Lastly, here is a fun little project that may or may not work for you as a hat box. The template for it may be had for free, although never ever sold, out of fairness to the person who is allowing us to use her templates and instructions for free. Thank you for your every inspired design, Ruthann Zarnoff!

Templates for Ms Zarnoff's Suitcase box 
plus all of her other creative design options
can be downloaded for free by following the link HERE.

Happy Paper Doll gift-giving and storage decorating!

Thursday, December 24, 2015

Regency Note Paper, 2 Styles, 3 Colors

Regency Style Stationary

Skating a pen across a page never looked so fun! Please change your Printer settings to the 1/4" margin setting to ensure the best fit. Choosing to have no margins at all may be possible with some machines, so if you're uncertain, perhaps this might work just as well.

The 3 color choices are as follows: ordinary black and white, a medium brown, and a wintry ice blue.

The 2 Style choices are with "Jan'y" at the top, or without. I know that January will soon be upon us, and so have chosen to offer both the dated and the undated styles here for you.

Happy Wintertime Creativity!

PPS™Regency Ice Skating Stationary

Download Dated Black and White HERE

Download Undated Black And white HERE

Display version 1
(lower quality than the download)

Display version 2
(lower quality than the download)

Download Dated Brown HERE

Download Undated Brown HERE

Display version 1
(lower quality than the download)

Display version 2
(lower quality than the download)

Download Dated Ice Blue HERE

Download Undated Ice Blue HERE

Display version 1
(lower quality than the download)

Display version 2
(lower quality than the download)

You are free to:
download these pages for personal use.
Please do not sell them, 
for if you do, 
you are selling my work.
Thank you
for helping me to
keep free things free!

Tuesday, December 22, 2015

Fun on the Ice for Mercy and Victoria!

Two outfits, one for each young lady

Victoria and her newly married cousin, Mercy are taking to the ice today, each with her very own brand new outfit. The outfits come in two colors, and were designed to fit each doll specifically.

[Please see Guidelines in red, posted below. Thank you.] 

The blue chosen for Mercy is meant to enhance her lovely clear eyes, while the red of Victoria's in the perfect choice for her in every way. 

Victoria the Doll does come with 5 different hair colors here at the Studio (for the complete set of choices, you may follow the link HERE). This time around, as a special treat, I've decided to include all 5, each one with its own coordinating hat. In other words, no matter which style of doll you may have chosen here before, there is the appropriate hair color plus hat included in this outfit set.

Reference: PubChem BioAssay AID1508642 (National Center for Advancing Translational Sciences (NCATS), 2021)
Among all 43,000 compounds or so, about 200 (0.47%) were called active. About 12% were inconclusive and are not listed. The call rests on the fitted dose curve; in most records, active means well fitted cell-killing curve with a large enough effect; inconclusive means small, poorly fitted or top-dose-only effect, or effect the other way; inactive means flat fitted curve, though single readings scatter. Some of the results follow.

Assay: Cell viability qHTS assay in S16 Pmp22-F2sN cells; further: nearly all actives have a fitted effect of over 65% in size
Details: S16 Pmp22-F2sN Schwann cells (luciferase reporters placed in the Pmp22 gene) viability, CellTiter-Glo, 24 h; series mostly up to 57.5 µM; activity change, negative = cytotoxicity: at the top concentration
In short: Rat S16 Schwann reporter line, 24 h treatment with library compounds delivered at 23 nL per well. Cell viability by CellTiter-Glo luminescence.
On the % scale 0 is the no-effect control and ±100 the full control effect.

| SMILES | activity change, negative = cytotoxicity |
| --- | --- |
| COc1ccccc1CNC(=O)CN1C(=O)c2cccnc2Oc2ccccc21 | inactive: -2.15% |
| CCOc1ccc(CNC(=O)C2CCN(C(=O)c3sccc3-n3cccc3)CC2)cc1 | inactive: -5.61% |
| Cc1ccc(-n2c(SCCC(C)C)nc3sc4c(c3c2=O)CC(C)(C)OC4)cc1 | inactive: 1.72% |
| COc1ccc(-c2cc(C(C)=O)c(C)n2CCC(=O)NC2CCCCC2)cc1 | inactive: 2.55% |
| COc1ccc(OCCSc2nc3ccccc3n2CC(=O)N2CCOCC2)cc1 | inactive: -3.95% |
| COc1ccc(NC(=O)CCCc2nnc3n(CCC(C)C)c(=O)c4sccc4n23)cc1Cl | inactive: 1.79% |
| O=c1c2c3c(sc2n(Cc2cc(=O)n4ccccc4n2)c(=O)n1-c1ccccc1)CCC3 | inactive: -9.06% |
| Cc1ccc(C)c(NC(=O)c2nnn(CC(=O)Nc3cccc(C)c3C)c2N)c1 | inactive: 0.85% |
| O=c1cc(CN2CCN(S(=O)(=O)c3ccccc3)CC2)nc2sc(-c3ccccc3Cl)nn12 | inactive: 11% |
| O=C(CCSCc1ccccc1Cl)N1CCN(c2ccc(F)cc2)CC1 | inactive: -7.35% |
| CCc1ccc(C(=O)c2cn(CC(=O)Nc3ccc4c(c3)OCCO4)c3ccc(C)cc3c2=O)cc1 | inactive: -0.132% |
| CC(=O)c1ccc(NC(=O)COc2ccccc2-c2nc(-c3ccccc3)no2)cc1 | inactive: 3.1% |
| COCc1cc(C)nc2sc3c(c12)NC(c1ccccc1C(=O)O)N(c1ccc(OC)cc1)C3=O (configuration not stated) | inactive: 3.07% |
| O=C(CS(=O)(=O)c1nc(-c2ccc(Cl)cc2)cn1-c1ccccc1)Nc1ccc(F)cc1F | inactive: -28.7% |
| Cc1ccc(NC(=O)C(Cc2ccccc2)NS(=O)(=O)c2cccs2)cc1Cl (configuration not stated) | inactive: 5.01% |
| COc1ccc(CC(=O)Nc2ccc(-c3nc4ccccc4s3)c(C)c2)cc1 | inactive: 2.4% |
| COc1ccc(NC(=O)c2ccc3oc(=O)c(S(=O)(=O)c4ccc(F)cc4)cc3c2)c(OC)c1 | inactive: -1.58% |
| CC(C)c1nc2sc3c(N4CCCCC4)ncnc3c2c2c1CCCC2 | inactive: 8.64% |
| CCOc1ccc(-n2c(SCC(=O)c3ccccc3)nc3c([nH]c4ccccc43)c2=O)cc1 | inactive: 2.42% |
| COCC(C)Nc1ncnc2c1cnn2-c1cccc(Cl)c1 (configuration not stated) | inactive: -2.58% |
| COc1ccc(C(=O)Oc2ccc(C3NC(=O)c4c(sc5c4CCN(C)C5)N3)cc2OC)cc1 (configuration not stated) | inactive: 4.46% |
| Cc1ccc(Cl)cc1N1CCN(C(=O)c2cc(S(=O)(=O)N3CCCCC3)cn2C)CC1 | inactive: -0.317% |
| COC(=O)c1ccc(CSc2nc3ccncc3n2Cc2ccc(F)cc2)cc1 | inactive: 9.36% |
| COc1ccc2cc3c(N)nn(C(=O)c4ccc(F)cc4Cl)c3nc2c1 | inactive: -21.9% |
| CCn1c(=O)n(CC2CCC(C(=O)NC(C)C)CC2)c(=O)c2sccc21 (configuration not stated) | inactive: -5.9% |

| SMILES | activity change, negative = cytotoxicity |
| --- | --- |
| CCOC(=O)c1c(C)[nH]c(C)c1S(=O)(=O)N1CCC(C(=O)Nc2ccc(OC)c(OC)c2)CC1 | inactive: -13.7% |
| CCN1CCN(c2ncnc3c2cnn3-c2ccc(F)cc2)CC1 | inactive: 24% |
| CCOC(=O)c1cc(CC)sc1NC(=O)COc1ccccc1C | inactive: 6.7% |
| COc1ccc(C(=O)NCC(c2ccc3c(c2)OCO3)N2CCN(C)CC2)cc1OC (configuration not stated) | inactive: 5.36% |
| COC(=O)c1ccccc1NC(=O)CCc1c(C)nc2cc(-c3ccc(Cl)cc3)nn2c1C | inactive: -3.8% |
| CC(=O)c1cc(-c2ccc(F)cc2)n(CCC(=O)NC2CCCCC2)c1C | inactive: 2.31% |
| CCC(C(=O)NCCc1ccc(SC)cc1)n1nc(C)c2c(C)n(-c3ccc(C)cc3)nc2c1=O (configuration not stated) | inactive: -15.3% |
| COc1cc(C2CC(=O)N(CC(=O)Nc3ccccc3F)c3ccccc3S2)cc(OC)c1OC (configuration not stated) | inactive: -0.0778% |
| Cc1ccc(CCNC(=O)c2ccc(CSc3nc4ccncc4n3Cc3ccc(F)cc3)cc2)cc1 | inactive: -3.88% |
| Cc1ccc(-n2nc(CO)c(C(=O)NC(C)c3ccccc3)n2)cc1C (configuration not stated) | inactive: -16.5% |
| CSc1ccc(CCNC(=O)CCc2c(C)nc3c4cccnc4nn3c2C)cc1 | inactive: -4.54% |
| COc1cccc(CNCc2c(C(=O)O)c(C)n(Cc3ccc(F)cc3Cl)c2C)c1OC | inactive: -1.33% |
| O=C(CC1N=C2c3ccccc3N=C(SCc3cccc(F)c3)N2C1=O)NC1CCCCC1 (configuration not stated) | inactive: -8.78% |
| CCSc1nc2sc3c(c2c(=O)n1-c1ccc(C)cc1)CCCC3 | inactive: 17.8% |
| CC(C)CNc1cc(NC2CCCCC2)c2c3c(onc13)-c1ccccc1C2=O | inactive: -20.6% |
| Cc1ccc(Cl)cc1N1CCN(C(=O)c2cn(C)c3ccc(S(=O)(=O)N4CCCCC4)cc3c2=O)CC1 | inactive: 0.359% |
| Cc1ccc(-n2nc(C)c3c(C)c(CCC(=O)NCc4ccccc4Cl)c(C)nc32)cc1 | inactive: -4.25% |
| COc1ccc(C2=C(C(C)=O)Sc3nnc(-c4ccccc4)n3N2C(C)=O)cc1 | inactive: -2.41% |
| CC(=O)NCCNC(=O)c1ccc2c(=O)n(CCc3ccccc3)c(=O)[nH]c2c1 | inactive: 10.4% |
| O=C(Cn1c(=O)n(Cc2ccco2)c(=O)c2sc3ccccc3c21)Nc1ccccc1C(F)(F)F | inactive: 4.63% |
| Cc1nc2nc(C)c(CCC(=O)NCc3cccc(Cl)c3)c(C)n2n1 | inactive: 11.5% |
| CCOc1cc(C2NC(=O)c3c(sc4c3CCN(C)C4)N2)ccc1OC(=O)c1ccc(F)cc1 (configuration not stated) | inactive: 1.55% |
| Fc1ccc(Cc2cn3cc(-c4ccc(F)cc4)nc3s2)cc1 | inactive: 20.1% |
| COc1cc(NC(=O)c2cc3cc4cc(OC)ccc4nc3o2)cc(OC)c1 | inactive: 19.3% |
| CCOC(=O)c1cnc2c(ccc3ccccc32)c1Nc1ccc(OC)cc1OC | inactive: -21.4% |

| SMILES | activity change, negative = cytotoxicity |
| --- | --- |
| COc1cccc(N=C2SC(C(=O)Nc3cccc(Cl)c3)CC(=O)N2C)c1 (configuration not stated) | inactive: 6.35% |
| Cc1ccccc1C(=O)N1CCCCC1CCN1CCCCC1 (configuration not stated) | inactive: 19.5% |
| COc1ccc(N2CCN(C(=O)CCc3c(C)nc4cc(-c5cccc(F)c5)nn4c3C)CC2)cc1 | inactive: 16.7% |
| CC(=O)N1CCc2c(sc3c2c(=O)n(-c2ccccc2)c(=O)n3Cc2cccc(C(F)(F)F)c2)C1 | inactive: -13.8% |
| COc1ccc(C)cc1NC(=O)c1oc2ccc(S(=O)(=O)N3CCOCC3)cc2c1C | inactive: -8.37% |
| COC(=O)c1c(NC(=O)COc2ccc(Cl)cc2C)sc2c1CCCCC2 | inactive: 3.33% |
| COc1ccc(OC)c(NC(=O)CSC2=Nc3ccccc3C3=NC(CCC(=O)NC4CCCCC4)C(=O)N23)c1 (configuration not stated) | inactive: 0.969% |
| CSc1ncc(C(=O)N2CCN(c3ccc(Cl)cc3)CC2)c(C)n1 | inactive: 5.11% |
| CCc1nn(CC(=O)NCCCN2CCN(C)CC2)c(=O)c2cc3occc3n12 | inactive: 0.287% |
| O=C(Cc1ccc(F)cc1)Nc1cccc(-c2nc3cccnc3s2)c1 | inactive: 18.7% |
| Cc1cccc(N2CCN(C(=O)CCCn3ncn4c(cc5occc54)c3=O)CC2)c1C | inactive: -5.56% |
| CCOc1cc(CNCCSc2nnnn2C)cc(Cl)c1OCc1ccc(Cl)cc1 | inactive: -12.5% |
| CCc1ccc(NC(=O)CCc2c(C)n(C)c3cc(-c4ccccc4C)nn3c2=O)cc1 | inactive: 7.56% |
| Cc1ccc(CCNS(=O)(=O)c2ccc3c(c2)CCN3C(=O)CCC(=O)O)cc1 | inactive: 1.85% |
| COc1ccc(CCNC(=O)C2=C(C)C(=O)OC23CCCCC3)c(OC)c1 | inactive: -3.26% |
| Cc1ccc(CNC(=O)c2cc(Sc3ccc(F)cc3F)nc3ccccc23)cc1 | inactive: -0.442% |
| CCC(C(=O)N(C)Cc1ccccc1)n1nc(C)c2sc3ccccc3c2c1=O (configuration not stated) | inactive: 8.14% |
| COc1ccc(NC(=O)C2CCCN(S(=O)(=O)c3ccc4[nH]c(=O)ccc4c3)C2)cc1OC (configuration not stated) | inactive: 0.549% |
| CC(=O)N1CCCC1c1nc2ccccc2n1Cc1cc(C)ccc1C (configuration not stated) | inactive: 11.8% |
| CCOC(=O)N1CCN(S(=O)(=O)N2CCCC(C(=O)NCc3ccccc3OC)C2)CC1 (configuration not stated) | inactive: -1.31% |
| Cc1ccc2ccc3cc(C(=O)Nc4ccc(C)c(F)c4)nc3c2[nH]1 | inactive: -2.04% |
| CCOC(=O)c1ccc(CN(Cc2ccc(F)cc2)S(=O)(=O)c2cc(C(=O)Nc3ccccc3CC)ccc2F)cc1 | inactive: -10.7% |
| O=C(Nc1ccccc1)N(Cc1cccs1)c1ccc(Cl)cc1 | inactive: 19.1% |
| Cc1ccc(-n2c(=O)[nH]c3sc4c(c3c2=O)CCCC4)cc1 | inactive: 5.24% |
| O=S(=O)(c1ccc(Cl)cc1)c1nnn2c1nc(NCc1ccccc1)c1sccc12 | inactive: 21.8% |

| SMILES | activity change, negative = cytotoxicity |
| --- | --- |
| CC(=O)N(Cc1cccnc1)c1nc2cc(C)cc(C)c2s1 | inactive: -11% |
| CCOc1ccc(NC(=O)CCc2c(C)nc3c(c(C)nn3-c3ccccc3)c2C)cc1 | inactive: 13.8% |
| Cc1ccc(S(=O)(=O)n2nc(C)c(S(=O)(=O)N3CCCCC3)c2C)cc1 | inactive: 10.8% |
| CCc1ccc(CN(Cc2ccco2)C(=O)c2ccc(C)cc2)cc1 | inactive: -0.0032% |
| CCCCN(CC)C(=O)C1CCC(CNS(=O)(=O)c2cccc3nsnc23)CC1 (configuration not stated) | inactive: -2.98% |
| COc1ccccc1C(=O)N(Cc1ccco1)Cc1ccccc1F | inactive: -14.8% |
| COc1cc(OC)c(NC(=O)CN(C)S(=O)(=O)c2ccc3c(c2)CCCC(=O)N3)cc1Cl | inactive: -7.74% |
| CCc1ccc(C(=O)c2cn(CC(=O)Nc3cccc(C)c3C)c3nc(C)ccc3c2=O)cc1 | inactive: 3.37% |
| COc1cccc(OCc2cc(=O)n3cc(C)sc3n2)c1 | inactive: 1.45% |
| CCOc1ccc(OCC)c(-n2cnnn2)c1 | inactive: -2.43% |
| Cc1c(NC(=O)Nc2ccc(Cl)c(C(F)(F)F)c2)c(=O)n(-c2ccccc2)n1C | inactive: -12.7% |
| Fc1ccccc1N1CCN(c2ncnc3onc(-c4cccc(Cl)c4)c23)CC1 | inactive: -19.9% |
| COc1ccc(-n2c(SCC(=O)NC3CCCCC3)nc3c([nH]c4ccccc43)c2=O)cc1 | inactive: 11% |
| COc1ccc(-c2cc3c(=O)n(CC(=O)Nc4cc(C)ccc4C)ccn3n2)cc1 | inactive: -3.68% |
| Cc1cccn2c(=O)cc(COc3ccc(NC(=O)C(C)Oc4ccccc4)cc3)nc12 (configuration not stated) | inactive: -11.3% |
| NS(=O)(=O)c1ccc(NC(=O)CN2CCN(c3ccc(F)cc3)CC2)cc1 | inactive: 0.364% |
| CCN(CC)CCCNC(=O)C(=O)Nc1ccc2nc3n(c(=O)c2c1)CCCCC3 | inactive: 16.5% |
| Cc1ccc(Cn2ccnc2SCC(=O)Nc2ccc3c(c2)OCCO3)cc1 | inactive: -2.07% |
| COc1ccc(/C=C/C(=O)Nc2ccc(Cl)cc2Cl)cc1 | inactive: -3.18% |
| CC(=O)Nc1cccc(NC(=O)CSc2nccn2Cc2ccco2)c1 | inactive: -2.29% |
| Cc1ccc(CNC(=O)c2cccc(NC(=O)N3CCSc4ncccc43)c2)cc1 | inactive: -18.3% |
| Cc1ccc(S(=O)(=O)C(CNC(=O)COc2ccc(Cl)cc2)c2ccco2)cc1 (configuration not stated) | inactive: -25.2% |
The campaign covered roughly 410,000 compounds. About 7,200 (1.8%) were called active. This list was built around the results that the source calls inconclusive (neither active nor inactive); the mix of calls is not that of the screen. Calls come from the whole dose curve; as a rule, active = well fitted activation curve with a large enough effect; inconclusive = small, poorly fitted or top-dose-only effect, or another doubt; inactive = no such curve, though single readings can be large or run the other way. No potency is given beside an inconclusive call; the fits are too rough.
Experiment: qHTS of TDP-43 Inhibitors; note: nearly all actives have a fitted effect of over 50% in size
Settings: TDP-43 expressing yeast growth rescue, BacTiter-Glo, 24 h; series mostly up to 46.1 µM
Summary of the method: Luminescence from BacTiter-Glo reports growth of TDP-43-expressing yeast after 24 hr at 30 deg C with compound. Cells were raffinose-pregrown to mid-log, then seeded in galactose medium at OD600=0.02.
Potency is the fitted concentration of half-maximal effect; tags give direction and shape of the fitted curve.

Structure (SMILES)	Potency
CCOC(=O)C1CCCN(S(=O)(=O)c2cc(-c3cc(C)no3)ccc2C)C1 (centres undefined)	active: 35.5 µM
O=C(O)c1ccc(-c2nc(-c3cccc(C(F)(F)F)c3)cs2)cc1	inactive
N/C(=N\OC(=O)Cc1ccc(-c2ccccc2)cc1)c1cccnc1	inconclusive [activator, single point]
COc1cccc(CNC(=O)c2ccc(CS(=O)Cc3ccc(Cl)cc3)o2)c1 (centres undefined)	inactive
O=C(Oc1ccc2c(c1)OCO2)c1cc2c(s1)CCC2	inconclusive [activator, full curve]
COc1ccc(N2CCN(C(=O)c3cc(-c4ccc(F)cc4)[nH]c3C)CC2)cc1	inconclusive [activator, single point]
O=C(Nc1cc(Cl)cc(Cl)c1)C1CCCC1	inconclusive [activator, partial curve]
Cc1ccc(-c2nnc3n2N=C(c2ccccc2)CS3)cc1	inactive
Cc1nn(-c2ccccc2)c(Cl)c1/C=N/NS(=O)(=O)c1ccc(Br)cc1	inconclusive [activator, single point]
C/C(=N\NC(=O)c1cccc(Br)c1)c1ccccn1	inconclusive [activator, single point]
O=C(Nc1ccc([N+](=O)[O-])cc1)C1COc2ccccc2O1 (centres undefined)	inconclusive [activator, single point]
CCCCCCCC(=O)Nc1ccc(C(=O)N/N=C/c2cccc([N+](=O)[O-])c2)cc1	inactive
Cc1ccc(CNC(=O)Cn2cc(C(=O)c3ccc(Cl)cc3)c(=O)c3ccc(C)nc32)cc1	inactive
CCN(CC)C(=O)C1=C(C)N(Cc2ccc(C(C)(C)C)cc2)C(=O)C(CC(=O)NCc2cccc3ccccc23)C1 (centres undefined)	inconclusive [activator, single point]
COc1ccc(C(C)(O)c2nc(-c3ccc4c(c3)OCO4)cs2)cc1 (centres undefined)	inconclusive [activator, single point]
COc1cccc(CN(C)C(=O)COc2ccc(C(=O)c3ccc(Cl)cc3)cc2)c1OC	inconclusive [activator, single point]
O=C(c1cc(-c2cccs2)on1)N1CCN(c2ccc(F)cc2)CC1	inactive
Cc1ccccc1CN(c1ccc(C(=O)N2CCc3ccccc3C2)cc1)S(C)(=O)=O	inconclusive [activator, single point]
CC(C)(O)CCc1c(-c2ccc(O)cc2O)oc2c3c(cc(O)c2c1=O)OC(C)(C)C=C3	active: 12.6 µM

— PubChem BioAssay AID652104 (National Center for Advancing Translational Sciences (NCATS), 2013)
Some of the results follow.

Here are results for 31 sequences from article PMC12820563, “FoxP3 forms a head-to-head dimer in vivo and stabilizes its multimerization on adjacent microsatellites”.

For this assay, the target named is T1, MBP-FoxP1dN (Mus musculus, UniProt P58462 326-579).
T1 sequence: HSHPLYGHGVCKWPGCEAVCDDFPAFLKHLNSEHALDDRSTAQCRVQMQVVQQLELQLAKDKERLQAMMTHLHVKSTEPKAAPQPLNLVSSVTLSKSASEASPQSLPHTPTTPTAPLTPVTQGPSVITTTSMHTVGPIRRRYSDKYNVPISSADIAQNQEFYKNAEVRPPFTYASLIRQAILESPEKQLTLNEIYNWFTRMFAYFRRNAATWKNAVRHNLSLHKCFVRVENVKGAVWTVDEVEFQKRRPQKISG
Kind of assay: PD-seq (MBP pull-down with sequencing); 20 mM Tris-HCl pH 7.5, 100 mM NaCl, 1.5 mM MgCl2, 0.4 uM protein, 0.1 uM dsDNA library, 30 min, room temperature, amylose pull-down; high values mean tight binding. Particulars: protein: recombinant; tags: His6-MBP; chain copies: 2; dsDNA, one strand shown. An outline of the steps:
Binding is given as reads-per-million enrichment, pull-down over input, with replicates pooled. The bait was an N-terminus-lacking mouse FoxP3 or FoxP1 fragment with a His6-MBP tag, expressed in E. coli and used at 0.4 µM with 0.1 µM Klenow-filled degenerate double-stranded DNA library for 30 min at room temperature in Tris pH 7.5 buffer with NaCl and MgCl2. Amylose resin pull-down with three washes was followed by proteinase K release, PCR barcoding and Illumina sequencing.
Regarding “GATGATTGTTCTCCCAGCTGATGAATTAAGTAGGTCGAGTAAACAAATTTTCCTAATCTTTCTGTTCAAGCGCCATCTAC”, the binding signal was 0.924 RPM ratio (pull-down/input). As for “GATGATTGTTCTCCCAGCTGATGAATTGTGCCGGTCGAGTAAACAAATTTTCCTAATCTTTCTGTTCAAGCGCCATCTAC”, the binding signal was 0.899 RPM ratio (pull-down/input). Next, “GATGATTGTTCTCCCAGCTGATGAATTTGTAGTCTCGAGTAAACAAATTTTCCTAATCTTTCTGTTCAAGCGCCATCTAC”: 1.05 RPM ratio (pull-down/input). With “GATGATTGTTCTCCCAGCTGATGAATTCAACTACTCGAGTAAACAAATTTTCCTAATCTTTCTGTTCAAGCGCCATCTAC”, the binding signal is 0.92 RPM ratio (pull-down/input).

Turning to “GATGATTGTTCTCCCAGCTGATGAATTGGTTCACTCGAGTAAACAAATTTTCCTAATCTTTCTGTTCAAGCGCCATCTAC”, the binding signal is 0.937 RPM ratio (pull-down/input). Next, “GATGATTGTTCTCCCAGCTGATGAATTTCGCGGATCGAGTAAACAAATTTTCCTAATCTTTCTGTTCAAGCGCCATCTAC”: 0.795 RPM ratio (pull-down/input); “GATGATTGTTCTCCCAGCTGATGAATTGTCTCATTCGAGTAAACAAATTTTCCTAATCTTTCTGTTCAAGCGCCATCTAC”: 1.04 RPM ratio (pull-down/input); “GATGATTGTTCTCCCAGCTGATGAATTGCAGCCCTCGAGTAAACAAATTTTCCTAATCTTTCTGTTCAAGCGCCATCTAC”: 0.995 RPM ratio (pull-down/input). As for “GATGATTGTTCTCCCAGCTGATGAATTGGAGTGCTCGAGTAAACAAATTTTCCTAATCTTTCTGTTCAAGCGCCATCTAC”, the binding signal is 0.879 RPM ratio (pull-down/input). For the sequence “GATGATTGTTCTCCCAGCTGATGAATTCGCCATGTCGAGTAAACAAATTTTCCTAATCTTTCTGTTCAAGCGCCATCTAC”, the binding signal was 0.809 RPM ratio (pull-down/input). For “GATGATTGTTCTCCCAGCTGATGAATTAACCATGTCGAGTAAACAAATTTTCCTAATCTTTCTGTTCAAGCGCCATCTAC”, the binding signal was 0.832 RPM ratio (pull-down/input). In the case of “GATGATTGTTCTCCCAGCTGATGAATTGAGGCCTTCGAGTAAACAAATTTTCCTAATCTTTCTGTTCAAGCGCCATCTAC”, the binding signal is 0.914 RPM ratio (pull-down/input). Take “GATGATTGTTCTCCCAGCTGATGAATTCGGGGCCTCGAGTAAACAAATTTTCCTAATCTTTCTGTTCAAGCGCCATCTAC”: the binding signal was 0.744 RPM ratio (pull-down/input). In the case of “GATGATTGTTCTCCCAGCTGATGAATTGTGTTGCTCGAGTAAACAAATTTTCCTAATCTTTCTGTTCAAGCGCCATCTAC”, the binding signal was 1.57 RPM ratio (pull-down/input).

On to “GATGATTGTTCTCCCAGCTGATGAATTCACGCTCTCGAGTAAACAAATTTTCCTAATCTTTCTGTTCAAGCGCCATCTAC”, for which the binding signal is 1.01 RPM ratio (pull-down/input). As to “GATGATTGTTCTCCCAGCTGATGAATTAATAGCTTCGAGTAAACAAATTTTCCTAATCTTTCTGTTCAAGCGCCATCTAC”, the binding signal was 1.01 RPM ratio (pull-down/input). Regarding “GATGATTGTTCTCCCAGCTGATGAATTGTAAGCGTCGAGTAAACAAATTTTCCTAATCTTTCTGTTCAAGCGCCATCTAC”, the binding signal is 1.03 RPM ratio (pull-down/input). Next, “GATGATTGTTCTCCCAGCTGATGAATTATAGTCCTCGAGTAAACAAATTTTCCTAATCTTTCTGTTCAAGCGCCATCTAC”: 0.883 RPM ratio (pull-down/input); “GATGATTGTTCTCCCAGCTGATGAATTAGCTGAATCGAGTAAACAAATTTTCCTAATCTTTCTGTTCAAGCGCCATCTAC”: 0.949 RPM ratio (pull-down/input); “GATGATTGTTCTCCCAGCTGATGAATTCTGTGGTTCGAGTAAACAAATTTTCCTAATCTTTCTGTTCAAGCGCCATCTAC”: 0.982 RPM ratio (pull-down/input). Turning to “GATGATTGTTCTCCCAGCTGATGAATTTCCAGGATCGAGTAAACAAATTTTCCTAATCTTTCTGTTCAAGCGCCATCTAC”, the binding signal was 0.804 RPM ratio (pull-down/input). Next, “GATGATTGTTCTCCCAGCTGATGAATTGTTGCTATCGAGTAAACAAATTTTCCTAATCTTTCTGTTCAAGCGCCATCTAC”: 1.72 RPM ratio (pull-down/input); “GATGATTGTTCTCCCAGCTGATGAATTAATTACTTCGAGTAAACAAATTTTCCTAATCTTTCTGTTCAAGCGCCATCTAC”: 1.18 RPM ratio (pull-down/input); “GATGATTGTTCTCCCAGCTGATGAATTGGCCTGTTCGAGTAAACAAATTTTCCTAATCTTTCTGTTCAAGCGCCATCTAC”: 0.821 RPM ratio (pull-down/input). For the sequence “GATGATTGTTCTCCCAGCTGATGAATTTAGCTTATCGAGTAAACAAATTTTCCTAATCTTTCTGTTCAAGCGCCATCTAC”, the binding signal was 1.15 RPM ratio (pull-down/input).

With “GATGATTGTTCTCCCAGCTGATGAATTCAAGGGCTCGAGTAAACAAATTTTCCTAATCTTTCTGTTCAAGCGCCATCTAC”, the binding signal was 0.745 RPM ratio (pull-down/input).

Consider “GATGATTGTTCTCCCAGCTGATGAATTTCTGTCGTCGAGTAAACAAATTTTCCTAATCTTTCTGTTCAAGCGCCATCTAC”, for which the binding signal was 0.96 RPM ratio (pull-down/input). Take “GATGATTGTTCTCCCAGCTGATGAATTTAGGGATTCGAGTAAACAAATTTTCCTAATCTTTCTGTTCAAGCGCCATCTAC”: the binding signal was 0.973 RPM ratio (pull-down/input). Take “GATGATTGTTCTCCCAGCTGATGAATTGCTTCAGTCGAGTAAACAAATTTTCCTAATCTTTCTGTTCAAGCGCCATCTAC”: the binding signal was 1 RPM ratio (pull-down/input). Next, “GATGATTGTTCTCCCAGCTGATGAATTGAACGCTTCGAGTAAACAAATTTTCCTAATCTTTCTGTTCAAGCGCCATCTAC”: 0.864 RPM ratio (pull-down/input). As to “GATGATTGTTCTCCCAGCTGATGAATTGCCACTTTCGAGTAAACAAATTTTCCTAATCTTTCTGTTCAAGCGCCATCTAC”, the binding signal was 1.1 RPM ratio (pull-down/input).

The new Mercy paper doll may be found by following this link HERE.

Skates and ice had to be collaged into this story, as did the muff. Snow was next added for a better landscape feel. The hats might seem silly or too chilly for cold weather, yet that is what most women did wear when ice skating, whether at an indoor rink or outdoors in the fresh air and sunshine.

A Few Words About Mercy
Mercy and her husband have chosen to wait till winter's end before traveling abroad to celebrate their wedding. More of that story will be added later. For right now, Tom is busy at work in his role as an assistant to a curator in the British Museum. This has left Mercy free to come out to the park with her young cousin for some wintertime sport and some warming cups of cocoa in their Grandmother's lovely parlor. (That room, the Parlor, may be found by following the link HERE.)

Some Suggestions for Best Use:
As with the latest Regency Doll outfit (the green one with the hall table), these two outfits need a little strengthening. Card stock or a second layer of paper glued to the back of each outfit were both suggested as possible ways to handle this little problem in that post.
The choice will be up to you, of course.

Happy Outdoor Winter Fun!

PPSPlaytime™: Skating Outfits for Mercy & Victoria

Download Victoria's red Outfit HERE

Display version
(lower quality than the download)

Download Mercy's blue Outfit HERE

Display version
(lower quality than the download)

You are free to:
play with or share or trade
the outfits and dolls  in this post.
You are not free to:
ever sell them for any reason.
Thank you
for helping me to
keep free things free!

Monday, December 21, 2015

Regency Music Coloring Page

Jane Austen Month continues with music!

Music played a very important role in Regency social circles. If a person knew how to play music well enough on an instrument suitable for the parlor or for a drawing room, that person would quite often be welcome at most nearby social events.